Family, health, technology: insurance in Italy during Covid-19 - InsuranceUp

Family, health, technology: insurance in Italy during Covid-19

How does the perception and relationship of Italians with insurance have changed with covid-19? Here are the results of the survey “Trust, relationships and communication: Italians in the age of Covid-19” conducted by BNP Paribas Cardif with the research institute Eumetra MR

01 Jun 2021

Family, health, technology. These are the founding values of the Italian “new normality”, according to the survey “Trust, relationships and communication: Italians in the age of Covid-19” performed by BNP Paribas Cardif, in partnership with Eumetra MR research institute. 

According to the survey, Italians trust their families more than they trust themselves, they have regained the importance of health and prevention and wish to return to social life, but without giving up the positive aspects of technology. The average trust index is 65%, with a high degree of trust in family and friends, but also trust in colleagues, in the direct manager and the head of the company, and in the public and private health system. 

More than half of Italians trust insurance companies, appreciating the digital services offered and the transparency of the language used despite the difficulties of the period. In the relationship with brands, even in the bancassurance sector, seriousness, transparency and attention to the client are essential more than ever. 

“These new relationships based on trust require us as people and as a company to maintain and deserve it, to renew the deal as much with our customers as with our partners,” comments Isabella Fumagalli, CEO of BNP Paribas Cardif. “Building and strengthening relationships based on stronger and more unifying values is becoming fundamental; this is the challenge we want to accept for renewing the interaction with people. We will also work more on the quality of content to give a valuable response to the demands of the reference ecosystem as a whole.”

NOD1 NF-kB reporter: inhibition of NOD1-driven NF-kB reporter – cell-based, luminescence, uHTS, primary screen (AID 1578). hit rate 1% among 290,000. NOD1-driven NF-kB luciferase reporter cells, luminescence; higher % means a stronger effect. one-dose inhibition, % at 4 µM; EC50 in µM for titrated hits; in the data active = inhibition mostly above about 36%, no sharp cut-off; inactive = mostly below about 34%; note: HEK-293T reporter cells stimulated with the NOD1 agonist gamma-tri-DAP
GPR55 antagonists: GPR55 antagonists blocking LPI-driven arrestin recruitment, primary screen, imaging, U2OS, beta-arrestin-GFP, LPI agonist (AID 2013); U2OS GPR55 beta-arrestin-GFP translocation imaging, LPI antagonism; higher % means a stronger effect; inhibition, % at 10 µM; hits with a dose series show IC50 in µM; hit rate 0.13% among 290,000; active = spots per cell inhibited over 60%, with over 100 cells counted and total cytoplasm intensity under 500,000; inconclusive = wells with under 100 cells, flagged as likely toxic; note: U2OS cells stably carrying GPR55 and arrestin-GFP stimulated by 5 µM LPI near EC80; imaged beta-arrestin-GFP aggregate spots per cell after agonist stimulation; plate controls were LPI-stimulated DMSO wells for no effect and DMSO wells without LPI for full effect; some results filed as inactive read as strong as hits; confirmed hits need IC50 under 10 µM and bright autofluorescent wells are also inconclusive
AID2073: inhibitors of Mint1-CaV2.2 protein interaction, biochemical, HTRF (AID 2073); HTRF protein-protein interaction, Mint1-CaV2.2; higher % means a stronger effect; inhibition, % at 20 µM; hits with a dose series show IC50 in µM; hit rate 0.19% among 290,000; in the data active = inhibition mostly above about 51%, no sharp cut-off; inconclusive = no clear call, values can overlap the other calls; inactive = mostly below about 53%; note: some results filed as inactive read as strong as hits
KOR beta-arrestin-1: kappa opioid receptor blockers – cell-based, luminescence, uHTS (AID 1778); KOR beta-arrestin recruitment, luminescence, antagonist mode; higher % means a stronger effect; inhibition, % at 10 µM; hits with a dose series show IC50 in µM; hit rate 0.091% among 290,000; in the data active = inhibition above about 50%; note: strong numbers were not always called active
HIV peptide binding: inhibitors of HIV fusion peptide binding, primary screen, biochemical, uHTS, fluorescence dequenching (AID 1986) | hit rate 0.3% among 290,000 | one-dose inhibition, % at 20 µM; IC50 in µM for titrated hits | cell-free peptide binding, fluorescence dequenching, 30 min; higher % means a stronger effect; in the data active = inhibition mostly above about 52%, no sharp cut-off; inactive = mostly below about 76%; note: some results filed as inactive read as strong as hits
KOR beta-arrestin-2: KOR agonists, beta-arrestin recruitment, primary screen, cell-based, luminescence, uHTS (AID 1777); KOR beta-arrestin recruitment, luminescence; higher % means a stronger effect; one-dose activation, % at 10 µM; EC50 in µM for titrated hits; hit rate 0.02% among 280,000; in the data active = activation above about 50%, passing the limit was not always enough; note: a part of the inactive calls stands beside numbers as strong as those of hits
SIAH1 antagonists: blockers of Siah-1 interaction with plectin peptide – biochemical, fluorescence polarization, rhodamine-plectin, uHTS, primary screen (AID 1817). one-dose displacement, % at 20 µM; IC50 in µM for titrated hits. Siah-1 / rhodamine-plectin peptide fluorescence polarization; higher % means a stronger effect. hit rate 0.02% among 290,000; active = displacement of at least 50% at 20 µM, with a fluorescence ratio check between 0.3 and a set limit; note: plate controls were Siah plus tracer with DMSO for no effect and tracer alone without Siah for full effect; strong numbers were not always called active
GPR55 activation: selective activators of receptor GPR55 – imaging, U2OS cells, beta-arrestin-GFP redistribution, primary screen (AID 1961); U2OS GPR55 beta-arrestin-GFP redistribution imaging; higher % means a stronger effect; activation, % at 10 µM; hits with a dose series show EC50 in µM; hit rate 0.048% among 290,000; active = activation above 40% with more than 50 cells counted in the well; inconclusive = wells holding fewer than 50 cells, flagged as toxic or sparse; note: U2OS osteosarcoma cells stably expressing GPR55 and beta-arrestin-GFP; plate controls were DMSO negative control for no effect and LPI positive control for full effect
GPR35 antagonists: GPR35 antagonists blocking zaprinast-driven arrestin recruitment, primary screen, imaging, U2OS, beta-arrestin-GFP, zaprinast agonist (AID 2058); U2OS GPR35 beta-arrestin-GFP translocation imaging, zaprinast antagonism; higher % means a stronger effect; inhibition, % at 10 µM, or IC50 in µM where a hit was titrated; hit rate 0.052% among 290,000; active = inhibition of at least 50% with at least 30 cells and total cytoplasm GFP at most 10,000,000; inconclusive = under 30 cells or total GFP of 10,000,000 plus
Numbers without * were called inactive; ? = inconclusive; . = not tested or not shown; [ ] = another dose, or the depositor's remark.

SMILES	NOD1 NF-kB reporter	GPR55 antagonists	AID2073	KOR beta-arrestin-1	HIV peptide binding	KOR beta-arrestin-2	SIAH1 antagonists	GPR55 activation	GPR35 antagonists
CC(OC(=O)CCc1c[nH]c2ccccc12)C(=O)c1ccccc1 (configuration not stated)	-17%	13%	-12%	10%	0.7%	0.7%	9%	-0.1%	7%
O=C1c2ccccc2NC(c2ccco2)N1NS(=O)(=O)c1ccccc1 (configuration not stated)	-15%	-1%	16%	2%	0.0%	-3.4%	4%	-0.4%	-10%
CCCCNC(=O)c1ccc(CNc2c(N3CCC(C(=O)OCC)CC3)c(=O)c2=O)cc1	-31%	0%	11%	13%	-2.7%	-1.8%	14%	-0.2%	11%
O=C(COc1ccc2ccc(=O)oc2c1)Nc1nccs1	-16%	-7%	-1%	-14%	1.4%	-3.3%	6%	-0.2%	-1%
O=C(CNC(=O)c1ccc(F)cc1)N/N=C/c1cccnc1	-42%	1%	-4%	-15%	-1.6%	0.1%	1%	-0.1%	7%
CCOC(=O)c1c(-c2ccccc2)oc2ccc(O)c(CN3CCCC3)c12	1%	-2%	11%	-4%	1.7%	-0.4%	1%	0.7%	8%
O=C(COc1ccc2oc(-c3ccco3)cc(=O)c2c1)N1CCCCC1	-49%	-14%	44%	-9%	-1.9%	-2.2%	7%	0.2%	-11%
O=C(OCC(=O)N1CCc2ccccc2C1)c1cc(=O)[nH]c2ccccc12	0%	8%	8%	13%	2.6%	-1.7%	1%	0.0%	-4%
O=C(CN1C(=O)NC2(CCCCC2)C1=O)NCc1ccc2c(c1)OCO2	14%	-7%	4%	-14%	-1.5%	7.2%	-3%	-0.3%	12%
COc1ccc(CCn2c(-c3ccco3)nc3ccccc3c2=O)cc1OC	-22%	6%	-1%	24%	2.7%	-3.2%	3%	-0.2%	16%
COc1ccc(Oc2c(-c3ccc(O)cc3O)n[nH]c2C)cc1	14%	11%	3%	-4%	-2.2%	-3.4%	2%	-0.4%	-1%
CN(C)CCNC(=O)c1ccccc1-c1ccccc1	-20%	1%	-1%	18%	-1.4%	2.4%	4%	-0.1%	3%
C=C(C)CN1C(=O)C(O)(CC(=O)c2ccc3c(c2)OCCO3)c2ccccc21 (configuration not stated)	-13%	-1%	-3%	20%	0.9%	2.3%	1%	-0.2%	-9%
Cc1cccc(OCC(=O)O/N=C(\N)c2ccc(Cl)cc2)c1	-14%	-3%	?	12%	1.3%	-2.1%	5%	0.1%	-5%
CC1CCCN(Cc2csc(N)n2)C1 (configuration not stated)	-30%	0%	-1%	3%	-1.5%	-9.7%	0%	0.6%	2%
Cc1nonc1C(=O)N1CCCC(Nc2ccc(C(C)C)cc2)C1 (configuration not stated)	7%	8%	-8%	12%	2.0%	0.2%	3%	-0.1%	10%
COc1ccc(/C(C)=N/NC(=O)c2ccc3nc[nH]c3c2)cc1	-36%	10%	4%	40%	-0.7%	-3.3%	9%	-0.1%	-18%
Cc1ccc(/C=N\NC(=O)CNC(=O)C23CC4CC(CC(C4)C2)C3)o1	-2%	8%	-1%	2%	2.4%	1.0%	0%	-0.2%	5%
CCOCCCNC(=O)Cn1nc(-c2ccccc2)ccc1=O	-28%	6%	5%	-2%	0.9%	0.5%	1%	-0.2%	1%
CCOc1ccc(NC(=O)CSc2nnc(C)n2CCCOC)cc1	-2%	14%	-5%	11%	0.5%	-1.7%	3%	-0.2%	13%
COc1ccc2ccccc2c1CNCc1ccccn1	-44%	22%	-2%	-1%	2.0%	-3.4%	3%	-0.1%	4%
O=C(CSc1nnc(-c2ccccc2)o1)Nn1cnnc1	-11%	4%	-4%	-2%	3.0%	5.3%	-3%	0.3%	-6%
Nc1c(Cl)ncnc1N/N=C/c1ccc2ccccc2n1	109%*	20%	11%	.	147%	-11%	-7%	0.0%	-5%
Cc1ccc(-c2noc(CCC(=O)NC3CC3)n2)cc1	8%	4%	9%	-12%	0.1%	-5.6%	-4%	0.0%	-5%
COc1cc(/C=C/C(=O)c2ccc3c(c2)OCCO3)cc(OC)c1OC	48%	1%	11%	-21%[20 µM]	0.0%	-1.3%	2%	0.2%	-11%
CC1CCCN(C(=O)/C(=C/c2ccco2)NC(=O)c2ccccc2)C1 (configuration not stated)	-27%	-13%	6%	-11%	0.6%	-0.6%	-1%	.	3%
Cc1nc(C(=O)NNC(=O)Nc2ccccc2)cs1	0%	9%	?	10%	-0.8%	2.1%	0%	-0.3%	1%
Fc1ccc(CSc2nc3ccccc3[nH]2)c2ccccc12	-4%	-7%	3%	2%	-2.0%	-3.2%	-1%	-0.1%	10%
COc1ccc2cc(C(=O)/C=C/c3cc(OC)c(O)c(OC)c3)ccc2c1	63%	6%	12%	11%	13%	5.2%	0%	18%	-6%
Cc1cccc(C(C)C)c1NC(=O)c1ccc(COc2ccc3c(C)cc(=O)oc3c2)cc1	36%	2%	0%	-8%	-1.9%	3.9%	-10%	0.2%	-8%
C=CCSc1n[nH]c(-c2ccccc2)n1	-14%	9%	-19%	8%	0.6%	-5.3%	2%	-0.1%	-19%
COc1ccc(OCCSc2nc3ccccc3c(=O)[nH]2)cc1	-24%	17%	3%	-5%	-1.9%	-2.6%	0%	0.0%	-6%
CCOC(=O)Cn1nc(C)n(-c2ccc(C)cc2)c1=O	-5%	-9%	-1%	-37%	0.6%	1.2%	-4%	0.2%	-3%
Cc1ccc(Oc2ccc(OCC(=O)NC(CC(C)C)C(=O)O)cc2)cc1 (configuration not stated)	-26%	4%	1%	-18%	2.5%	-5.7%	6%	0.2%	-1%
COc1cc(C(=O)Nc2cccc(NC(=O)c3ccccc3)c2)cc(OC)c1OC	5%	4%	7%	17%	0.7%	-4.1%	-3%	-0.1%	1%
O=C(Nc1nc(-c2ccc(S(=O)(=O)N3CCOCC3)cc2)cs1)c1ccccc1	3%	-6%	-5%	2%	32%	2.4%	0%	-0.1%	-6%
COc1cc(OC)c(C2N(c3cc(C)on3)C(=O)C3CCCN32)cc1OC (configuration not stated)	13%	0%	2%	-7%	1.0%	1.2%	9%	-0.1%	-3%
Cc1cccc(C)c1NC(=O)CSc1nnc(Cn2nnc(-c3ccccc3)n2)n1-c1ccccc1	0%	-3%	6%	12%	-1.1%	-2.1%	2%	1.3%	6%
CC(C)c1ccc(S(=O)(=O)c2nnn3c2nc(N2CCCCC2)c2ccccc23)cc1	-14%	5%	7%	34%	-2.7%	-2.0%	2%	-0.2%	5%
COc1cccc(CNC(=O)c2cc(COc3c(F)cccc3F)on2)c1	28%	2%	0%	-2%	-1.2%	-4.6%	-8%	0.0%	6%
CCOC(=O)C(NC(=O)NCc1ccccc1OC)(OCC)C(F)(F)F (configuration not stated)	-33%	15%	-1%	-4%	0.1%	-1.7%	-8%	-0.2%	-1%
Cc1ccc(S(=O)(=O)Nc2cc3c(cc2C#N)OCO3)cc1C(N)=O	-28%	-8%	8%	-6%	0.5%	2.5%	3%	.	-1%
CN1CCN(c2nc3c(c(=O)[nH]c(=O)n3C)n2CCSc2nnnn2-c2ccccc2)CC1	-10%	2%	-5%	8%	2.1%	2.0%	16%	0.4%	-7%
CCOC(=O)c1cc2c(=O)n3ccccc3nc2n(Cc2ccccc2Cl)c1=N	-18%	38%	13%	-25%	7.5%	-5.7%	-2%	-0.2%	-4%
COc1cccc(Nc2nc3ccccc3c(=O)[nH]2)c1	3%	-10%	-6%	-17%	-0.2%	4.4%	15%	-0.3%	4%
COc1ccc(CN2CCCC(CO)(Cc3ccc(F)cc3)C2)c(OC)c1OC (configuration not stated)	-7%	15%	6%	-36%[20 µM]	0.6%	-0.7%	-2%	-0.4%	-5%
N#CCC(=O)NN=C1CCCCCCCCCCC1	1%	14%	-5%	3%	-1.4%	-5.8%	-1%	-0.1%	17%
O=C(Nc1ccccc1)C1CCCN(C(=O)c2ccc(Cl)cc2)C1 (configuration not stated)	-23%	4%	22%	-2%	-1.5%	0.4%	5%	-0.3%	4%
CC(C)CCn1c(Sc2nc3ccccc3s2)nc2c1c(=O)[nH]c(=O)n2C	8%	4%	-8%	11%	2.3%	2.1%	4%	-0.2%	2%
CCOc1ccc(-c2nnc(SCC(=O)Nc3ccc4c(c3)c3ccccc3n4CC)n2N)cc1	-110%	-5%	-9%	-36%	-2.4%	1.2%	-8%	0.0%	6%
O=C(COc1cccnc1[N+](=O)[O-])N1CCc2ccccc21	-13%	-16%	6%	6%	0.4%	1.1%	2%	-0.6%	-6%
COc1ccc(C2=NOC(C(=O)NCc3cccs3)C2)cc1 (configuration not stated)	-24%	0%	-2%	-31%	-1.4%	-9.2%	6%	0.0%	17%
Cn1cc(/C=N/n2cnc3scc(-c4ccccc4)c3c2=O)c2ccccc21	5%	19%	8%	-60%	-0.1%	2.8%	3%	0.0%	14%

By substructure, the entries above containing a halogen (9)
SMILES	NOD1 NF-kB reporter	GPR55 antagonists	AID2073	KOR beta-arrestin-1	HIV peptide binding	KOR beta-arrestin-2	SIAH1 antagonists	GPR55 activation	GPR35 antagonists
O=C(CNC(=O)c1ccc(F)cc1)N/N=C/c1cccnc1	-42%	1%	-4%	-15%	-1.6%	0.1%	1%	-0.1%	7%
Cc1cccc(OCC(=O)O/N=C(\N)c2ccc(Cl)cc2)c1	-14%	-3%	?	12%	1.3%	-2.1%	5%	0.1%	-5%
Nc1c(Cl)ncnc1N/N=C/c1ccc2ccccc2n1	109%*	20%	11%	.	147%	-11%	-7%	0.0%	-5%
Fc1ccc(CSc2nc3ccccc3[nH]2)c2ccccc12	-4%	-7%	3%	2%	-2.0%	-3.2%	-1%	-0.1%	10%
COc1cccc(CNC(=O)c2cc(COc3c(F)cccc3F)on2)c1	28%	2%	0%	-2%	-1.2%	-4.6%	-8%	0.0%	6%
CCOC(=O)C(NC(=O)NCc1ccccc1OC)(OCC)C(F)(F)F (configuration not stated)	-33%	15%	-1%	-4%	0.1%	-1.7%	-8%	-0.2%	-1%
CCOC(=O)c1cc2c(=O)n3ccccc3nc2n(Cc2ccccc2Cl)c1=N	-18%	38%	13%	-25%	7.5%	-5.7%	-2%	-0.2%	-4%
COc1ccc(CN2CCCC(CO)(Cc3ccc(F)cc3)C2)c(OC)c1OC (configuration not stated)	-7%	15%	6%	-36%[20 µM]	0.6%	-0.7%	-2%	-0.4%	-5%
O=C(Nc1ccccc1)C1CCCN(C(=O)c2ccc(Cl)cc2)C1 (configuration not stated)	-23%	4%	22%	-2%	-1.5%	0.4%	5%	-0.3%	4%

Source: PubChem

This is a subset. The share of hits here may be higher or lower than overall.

“Ultimately,” said Fumagalli, ” with regards to the research, the underlying sentiments are about the desire to strengthen private and public relationships, for example at work, to give more importance to people and overcome challenges and even fears together. This increased togetherness makes the relationships created within work groups, in relationships with partners and in dealing with customers more personal. Pandemic’s great opportunity is it has focused people’s dialogue on the concept of trust and therefore forces a more human interaction that relies on each individual’s contribution, talents and needs. This is a great opportunity to set a future based on an immediate, skilled and perfectly blended interaction between physical and digital. 

Italy in the age of Covid-19, the trust ranking 

The first fact that emerges from the survey is that Italians have a great deal of trust in themselves: eight out of ten Italians (86%) have a great deal or enough of it. Trust in family members (95% very or fairly) is higher even than trust in themselves, with 71% trusting them a lot. Friends come in second place (86%), although only 45% say they trust them a lot or very much. The Covid crisis, amidst fear of contagion and individual behavior that is not very responsible, seems to have worsened trust in others, both among acquaintances, people in one’s own social environment, and in one’s own community or city (16% trust very much or very much), a percentage very close to that of strangers (strong trust index 8%). 

Trust in one’s own company is also very high (84%), just below that of friends. Trust is distributed fairly evenly among the various figures in the company: colleagues (77%), one’s own boss (75%), the company head (72%), obtain fairly homogeneous indices. 

With regard to trust in institutions, on the other hand, the most credible are non-profit (70%), scientific or supranational (66%). All the others have rather low indices, with a preference for local elected representatives, such as mayors (59%) and Regional Presidents (50%). The Italian State (49%) and the Government (36%), on the other hand, rank lower. 

The opposite is true for trust in the healthcare system, with public healthcare reaching 81% (up in the last year for 38% of Italians) and private healthcare 78% (up for 23%). In addition to the family doctor, there is a significant social feeling of gratitude and trust in hospital physicians, nurses and healthcare personnel, but also in pharmacists and digital medicine. 

As regards the world of finance, the overview is overall positive: trust in insurance, banks and consumer credit is around mid-range. In detail, 53% have a high level of trust in insurance, of which they appreciate above all seriousness and transparency (45%), attention to customers (40%) and value for money (37%). Trust in banks stands at 48%, while trust in consumer credit companies stands at 40%.